This correction may support Christine's comments to some extent.

The majority of glasses which carry some form of wording, plus a date, are wheel engraved and show upper case lettering.     Almost without exception the figure 1 is shown either serifed, as in the modern form, or as an upper case I.
But when it comes to diamond scratched/engraved representation of the same digit, it does appear that its form changes and it is shown frequently as an upper case J  -  the reason being, possibly, that the engraver, who may not have been professional, is simply repeating a style that they would have used in their handwriting - and the style was what we might now call copperplate.
At school I can remember writing an upper case T and F that looked archaic with rather florid intros and curly endings  -  but we did write proper in those days  -  real joined up stuff, most of the caps. had up-swept beginnings and often curly endings. ;)

For those interested in tumblers, then John Brooks' small booklet ('Glass Tumblers 1700 - 1900') shows examples with hand engraved script showing the upper case J being used in the date, even as late as the mid 1830's, although by then it was starting to slim down.
My other source of images of tumblers is a catalogue from Delomosne & Son Ltd. (March 2008) 'Rare English Tumblers 1750 - 1830' which was produced as part of The British Antiques' Dealers Association 90th Anniversary Exhibitions.    Very worth while buying if you are interested in tumblers, although as far as I can see none of the 87 examples shown is decorated in diamond point - they appear to all be wheel engraved, which seems unusual.

I've attached a pic of another marriage tumbler of alleged early C19 provenance, but wheel engraved, showing the more usual 1 produced on the wheel  ......  but perhaps without the rustic appeal of the op's example.
It says William & Mary Birchall 1804, and the engraving is promoted from the ordinary by the quite uncommon small polished dimples midway along the strokes.
 


Offline Antwerp1954

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Re: Georgian or Edwardian cut glass goblet help please.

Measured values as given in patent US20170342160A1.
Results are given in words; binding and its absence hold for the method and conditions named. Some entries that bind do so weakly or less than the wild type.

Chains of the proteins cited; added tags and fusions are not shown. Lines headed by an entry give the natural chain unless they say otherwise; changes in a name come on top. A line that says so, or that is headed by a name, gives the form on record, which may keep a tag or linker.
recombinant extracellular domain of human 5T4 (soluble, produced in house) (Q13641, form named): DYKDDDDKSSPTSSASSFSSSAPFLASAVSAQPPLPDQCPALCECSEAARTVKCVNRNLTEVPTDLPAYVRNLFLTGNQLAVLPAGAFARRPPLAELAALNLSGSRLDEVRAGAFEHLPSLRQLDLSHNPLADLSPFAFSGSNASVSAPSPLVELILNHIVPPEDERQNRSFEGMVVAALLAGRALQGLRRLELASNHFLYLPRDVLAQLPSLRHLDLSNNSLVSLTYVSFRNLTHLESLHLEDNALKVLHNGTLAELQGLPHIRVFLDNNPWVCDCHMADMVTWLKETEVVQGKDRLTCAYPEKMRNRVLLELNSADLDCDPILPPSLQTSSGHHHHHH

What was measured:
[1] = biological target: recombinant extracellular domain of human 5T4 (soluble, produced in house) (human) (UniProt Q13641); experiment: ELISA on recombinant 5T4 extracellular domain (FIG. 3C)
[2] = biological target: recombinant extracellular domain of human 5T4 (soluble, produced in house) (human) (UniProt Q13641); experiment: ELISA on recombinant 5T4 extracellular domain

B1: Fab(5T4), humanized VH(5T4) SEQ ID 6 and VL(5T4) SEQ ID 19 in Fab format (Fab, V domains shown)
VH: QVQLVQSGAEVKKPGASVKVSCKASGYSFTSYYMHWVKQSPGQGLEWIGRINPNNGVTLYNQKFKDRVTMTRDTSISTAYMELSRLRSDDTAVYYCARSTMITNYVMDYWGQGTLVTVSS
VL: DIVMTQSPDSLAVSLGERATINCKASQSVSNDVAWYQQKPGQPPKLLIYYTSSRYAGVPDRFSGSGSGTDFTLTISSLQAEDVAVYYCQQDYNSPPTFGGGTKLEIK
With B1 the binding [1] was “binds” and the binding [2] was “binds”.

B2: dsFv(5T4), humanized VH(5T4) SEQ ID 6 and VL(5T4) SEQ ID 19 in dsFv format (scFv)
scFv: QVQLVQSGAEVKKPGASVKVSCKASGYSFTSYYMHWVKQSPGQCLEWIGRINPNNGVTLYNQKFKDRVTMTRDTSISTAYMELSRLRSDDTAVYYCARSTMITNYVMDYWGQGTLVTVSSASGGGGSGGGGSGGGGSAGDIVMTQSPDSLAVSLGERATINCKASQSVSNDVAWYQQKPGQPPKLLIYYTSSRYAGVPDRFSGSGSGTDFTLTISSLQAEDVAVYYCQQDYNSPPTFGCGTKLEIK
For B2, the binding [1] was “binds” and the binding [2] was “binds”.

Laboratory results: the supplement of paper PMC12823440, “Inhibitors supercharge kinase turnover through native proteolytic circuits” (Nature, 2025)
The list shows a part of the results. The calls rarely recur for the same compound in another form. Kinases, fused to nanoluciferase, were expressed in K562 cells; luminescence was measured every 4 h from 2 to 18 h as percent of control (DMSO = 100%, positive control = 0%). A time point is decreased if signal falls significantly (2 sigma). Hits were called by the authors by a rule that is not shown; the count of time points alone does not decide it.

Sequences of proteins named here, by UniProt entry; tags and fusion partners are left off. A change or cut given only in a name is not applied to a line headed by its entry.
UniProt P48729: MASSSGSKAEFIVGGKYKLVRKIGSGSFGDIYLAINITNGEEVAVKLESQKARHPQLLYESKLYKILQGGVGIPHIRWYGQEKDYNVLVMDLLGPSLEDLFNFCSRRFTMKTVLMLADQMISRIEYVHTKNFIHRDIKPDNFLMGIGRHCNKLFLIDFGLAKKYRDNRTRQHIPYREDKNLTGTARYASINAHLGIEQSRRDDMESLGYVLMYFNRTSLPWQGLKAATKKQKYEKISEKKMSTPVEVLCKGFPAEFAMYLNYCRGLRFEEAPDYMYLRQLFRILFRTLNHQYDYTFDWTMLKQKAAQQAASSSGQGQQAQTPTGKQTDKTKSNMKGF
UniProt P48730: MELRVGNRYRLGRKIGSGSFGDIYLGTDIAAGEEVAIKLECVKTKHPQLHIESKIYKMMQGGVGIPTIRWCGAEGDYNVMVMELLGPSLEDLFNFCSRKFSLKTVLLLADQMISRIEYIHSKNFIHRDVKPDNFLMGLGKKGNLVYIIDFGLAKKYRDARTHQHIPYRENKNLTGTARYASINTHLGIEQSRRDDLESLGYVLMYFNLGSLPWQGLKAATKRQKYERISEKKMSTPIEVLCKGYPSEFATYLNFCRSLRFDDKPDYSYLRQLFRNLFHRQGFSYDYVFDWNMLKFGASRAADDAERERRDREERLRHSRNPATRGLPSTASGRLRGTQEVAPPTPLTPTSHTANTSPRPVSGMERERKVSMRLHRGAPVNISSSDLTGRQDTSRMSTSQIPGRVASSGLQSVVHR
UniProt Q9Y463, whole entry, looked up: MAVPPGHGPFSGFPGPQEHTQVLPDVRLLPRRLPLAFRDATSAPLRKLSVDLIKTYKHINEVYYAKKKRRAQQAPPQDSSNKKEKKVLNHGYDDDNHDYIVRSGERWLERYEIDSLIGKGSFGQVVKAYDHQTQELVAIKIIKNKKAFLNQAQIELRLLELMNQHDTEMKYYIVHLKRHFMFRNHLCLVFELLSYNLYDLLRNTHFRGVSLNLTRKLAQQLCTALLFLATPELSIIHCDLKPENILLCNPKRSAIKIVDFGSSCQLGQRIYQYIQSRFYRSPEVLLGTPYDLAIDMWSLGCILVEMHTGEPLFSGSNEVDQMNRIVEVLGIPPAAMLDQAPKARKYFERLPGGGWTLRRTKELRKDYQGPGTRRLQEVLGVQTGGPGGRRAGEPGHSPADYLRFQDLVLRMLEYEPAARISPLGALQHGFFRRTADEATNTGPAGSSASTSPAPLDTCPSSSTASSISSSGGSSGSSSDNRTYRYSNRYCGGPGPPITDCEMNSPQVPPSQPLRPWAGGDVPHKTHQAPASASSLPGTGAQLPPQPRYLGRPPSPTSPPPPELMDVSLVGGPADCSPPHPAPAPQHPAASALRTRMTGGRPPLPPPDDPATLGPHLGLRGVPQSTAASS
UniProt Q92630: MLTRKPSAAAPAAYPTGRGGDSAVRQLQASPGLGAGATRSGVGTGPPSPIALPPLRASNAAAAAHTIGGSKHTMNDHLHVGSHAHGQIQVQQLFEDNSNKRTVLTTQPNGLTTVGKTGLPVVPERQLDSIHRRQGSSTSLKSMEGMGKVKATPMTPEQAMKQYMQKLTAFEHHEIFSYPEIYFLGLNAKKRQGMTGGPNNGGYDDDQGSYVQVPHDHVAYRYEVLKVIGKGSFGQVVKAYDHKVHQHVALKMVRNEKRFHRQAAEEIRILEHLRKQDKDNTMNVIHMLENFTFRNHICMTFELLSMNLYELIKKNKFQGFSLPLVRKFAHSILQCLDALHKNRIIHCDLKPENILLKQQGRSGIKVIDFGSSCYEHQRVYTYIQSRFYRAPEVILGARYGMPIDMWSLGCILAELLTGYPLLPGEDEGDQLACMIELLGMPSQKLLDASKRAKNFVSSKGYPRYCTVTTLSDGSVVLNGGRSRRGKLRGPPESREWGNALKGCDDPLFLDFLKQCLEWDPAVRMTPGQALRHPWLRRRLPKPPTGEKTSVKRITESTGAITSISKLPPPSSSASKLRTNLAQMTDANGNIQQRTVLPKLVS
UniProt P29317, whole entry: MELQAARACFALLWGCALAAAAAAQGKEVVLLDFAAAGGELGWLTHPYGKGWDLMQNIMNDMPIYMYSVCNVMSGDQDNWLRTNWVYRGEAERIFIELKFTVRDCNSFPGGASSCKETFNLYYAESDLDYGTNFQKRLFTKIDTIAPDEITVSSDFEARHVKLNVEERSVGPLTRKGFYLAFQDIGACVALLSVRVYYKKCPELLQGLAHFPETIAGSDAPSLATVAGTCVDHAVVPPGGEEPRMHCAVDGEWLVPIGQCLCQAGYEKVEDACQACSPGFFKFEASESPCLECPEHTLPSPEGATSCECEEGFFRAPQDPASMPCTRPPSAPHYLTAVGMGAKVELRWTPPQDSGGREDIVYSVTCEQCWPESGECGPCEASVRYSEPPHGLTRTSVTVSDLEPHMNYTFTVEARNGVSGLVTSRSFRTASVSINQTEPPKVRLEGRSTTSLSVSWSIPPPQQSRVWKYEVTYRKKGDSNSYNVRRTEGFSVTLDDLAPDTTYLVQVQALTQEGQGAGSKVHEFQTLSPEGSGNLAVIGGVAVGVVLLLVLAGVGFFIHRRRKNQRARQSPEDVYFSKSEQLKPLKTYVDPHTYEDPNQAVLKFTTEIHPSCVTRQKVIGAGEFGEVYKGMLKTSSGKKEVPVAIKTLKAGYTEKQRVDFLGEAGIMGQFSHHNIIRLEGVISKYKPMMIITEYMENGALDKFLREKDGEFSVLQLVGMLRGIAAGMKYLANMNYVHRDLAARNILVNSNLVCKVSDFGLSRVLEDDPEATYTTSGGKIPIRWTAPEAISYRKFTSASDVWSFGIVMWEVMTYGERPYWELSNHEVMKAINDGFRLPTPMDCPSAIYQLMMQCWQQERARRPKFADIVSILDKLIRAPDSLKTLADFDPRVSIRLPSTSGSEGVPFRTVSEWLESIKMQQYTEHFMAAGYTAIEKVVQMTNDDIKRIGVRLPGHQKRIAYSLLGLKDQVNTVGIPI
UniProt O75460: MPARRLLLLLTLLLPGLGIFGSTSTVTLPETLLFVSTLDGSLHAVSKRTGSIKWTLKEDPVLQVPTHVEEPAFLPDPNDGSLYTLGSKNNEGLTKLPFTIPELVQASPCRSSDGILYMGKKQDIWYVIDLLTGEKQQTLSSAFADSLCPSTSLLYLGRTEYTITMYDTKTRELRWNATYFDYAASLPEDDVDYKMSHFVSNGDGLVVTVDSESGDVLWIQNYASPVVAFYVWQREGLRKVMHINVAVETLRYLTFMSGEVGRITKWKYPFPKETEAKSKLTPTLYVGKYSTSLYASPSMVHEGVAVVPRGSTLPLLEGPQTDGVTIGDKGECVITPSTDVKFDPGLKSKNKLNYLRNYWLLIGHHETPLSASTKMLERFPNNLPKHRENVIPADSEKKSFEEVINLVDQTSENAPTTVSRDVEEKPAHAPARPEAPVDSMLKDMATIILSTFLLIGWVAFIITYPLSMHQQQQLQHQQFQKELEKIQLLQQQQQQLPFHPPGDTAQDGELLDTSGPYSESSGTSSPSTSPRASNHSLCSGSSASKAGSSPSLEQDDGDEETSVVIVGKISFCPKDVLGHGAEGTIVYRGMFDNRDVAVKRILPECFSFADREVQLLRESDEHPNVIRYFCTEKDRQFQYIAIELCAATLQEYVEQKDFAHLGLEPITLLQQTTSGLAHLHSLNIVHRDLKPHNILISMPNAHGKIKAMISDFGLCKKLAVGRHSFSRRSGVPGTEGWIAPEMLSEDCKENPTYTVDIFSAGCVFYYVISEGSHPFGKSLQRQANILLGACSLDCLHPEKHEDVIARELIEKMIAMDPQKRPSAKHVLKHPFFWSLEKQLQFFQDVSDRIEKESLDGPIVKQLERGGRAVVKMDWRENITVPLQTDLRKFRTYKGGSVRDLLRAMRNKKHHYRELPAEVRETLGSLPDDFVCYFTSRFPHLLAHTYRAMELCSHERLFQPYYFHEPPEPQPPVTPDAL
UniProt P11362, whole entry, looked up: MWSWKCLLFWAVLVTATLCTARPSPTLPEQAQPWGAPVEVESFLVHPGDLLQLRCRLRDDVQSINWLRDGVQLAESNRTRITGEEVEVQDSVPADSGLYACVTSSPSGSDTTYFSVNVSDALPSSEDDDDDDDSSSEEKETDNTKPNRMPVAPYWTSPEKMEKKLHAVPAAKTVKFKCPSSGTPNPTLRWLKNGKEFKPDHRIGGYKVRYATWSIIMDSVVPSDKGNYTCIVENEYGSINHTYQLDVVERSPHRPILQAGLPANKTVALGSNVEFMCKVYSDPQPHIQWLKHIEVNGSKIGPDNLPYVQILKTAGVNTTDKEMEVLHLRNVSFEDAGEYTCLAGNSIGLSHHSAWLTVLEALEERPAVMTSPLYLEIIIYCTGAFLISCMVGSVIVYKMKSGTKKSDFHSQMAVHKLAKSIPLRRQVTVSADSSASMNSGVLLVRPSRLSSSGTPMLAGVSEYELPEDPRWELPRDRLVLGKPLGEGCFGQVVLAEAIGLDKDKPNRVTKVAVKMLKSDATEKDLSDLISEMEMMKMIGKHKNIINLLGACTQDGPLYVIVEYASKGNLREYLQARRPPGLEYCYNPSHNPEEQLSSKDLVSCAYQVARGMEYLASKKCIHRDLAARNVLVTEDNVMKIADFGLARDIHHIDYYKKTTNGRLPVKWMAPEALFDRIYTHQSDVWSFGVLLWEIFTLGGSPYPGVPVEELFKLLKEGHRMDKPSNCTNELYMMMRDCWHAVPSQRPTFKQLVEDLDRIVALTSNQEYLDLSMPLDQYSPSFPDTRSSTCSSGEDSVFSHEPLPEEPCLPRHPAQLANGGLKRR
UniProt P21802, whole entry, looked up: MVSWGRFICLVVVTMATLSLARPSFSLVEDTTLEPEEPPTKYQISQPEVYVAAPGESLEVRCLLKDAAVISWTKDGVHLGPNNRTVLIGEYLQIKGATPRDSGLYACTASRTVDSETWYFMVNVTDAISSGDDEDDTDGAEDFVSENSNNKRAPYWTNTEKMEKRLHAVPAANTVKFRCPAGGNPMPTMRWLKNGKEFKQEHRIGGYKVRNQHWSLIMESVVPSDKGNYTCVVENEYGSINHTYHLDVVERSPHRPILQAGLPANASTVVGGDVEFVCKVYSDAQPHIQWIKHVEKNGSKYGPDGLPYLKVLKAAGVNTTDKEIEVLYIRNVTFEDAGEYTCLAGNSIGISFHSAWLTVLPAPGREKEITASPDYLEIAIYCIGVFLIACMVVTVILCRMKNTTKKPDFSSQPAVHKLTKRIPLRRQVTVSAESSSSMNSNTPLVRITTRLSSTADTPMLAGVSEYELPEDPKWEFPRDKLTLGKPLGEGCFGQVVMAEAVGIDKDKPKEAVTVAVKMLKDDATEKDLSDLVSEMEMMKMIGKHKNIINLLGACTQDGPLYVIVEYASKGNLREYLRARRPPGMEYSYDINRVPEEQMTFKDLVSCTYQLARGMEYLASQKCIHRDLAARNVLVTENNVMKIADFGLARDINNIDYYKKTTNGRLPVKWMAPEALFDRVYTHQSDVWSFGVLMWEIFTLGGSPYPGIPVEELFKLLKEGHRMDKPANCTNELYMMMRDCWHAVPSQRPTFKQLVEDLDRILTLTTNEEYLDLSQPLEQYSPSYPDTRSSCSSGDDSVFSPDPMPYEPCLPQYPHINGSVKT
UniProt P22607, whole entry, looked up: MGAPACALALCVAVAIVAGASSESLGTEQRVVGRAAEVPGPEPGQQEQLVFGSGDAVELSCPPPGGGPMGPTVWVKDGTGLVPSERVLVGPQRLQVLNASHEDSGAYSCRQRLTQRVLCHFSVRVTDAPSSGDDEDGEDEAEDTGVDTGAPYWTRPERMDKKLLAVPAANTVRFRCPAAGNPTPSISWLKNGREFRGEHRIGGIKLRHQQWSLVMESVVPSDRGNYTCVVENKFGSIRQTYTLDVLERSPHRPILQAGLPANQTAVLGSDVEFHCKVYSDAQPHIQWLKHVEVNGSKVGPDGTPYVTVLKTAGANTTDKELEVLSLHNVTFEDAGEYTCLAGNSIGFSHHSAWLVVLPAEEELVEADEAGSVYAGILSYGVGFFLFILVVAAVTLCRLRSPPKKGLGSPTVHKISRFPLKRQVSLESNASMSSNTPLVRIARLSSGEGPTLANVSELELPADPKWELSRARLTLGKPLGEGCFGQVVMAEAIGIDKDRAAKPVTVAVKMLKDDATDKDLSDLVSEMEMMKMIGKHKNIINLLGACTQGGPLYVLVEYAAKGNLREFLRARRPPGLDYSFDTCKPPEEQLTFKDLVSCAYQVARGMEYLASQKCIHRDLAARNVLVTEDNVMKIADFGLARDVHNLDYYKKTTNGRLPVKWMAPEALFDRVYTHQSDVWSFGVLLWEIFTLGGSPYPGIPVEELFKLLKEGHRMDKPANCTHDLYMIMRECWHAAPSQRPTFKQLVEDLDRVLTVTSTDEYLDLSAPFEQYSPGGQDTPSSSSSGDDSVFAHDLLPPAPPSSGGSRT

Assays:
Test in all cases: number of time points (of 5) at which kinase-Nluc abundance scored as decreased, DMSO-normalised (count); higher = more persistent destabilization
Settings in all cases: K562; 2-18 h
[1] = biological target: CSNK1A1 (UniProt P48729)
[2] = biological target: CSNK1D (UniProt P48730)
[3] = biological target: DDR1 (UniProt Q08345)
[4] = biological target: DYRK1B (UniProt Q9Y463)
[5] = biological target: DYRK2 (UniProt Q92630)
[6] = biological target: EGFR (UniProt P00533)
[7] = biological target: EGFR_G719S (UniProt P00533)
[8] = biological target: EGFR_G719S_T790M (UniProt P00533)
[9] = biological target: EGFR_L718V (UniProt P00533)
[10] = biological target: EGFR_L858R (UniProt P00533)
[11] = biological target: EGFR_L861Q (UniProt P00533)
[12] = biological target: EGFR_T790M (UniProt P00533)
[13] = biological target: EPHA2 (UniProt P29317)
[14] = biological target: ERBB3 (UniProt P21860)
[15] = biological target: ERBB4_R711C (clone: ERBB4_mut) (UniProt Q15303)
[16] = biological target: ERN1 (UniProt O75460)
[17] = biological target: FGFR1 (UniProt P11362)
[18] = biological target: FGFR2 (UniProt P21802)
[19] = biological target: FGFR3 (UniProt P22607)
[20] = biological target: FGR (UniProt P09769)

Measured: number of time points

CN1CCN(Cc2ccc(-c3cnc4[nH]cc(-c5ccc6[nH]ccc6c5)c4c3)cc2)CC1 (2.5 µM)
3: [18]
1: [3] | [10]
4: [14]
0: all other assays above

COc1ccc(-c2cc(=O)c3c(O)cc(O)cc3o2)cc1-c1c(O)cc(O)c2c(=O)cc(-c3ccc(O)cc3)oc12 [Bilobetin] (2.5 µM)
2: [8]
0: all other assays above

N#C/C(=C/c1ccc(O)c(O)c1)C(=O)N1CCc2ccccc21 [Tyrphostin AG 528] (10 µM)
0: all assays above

« Reply #8 on: July 13, 2014, 02:06:32 PM »
Paul

Many thanks for your book recommendation on tumblers. I have a number of tumblers/beakers (is there a difference?) and would like to know more about them. One of them is from Germany/Austria and has an inscription dated 1710.

Many thanks.

Stuart


Offline Paul S.

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Re: Georgian or Edwardian cut glass goblet help please.
« Reply #9 on: July 13, 2014, 03:48:34 PM »
hi Stuart

reading the books it appears that these two words have had different meanings depending which century and country you lived in  -  the Germans and Italians apparently use becker or biccheire for what we might simply call a tumbler  -  I think some of these names go back a very long way, and referred possibly to shapes that we no longer use.
Thorpe speaks a lot about beakers from historical U.K. sites - claw-beakers and cone-beakers, and Powell reproduced what he called a beer-beaker from the Woodchester site, but none of these look like our modern (post 1600 shapes), and seem to have had their origin outside the U.K.

The OED defines a tumbler as original something that had a pointed or rounded bottom such that it couldn't be put down (inverted ??) until emptied  -  but now a tapering cylindrical or barrel shaped glass cup without a handle or foo, having a heavy flat bottom.
The same source says of a beaker ...  A large drinking vessel with a wide mouth; an open cup or goblet.
Not worth getting too heavy on the meanings I don't think  -  don't they use beakers in laboratories??

According to Brooks, the French it seems don't have a specific words for either a tumbler or beaker - simply calling them verres sans pied

I don't know of any other English text books on tumblers beside the two I've already mentioned - odd pages crop up in a variety of books, but I get the impression that possibly these things don't have the same sort of following as wine glasses.

Regret I can't really help on Continental pieces  -  perhaps Peter might know more - 1710 sounds like a really early and interesting piece :)